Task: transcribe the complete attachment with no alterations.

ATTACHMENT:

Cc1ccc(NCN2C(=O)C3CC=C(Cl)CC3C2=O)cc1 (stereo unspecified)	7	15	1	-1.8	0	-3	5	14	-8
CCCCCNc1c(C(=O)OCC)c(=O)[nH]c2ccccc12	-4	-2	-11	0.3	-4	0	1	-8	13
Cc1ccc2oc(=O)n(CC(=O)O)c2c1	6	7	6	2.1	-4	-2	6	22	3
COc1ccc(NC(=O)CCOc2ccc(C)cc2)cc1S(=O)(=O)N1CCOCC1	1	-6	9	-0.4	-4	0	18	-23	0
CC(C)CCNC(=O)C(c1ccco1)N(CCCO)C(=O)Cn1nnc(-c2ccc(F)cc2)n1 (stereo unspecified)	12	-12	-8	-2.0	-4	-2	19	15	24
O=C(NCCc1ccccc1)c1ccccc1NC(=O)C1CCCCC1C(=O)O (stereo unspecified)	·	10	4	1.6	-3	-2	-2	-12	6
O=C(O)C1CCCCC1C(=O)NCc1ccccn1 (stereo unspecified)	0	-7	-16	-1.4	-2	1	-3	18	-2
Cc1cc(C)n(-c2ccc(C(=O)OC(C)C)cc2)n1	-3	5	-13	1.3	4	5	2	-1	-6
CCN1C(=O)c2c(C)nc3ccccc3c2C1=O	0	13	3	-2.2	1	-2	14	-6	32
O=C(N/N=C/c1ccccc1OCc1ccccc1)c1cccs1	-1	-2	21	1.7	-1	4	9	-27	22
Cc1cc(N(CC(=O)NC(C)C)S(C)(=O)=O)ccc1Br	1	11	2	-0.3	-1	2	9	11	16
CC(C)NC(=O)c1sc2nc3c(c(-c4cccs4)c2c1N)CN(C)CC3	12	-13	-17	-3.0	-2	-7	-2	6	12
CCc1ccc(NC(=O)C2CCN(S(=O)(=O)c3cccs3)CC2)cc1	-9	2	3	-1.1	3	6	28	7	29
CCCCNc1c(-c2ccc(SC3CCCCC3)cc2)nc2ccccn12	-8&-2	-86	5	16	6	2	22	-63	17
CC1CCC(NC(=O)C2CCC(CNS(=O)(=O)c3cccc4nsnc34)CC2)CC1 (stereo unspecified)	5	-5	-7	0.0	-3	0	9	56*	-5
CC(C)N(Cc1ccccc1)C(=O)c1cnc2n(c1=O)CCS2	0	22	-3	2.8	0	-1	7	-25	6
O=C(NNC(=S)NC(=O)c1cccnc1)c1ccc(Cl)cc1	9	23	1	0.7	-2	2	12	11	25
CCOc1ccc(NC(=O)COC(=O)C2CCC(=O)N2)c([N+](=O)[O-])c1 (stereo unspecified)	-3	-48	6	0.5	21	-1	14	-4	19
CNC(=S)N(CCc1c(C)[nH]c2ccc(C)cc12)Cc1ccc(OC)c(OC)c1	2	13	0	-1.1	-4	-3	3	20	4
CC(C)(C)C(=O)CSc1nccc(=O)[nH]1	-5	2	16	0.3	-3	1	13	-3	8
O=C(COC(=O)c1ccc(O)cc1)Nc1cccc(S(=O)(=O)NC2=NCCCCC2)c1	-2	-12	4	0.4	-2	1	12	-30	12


Cc1ccc(NCN2C(=O)C3CC=C(Cl)CC3C2=O)cc1 (stereo unspecified)	7	15	1	-1.8	0	-3	5	14	-8
CCCCCNc1c(C(=O)OCC)c(=O)[nH]c2ccccc12	-4	-2	-11	0.3	-4	0	1	-8	13
Cc1ccc2oc(=O)n(CC(=O)O)c2c1	6	7	6	2.1	-4	-2	6	22	3
COc1ccc(NC(=O)CCOc2ccc(C)cc2)cc1S(=O)(=O)N1CCOCC1	1	-6	9	-0.4	-4	0	18	-23	0
CC(C)CCNC(=O)C(c1ccco1)N(CCCO)C(=O)Cn1nnc(-c2ccc(F)cc2)n1 (stereo unspecified)	12	-12	-8	-2.0	-4	-2	19	15	24
O=C(NCCc1ccccc1)c1ccccc1NC(=O)C1CCCCC1C(=O)O (stereo unspecified)	·	10	4	1.6	-3	-2	-2	-12	6
O=C(O)C1CCCCC1C(=O)NCc1ccccn1 (stereo unspecified)	0	-7	-16	-1.4	-2	1	-3	18	-2
Cc1cc(C)n(-c2ccc(C(=O)OC(C)C)cc2)n1	-3	5	-13	1.3	4	5	2	-1	-6
CCN1C(=O)c2c(C)nc3ccccc3c2C1=O	0	13	3	-2.2	1	-2	14	-6	32
O=C(N/N=C/c1ccccc1OCc1ccccc1)c1cccs1	-1	-2	21	1.7	-1	4	9	-27	22
Cc1cc(N(CC(=O)NC(C)C)S(C)(=O)=O)ccc1Br	1	11	2	-0.3	-1	2	9	11	16
CC(C)NC(=O)c1sc2nc3c(c(-c4cccs4)c2c1N)CN(C)CC3	12	-13	-17	-3.0	-2	-7	-2	6	12
CCc1ccc(NC(=O)C2CCN(S(=O)(=O)c3cccs3)CC2)cc1	-9	2	3	-1.1	3	6	28	7	29
CCCCNc1c(-c2ccc(SC3CCCCC3)cc2)nc2ccccn12	-8&-2	-86	5	16	6	2	22	-63	17
CC1CCC(NC(=O)C2CCC(CNS(=O)(=O)c3cccc4nsnc34)CC2)CC1 (stereo unspecified)	5	-5	-7	0.0	-3	0	9	56*	-5
CC(C)N(Cc1ccccc1)C(=O)c1cnc2n(c1=O)CCS2	0	22	-3	2.8	0	-1	7	-25	6
O=C(NNC(=S)NC(=O)c1cccnc1)c1ccc(Cl)cc1	9	23	1	0.7	-2	2	12	11	25
CCOc1ccc(NC(=O)COC(=O)C2CCC(=O)N2)c([N+](=O)[O-])c1 (stereo unspecified)	-3	-48	6	0.5	21	-1	14	-4	19
CNC(=S)N(CCc1c(C)[nH]c2ccc(C)cc12)Cc1ccc(OC)c(OC)c1	2	13	0	-1.1	-4	-3	3	20	4
CC(C)(C)C(=O)CSc1nccc(=O)[nH]1	-5	2	16	0.3	-3	1	13	-3	8
O=C(COC(=O)c1ccc(O)cc1)Nc1cccc(S(=O)(=O)NC2=NCCCCC2)c1	-2	-12	4	0.4	-2	1	12	-30	12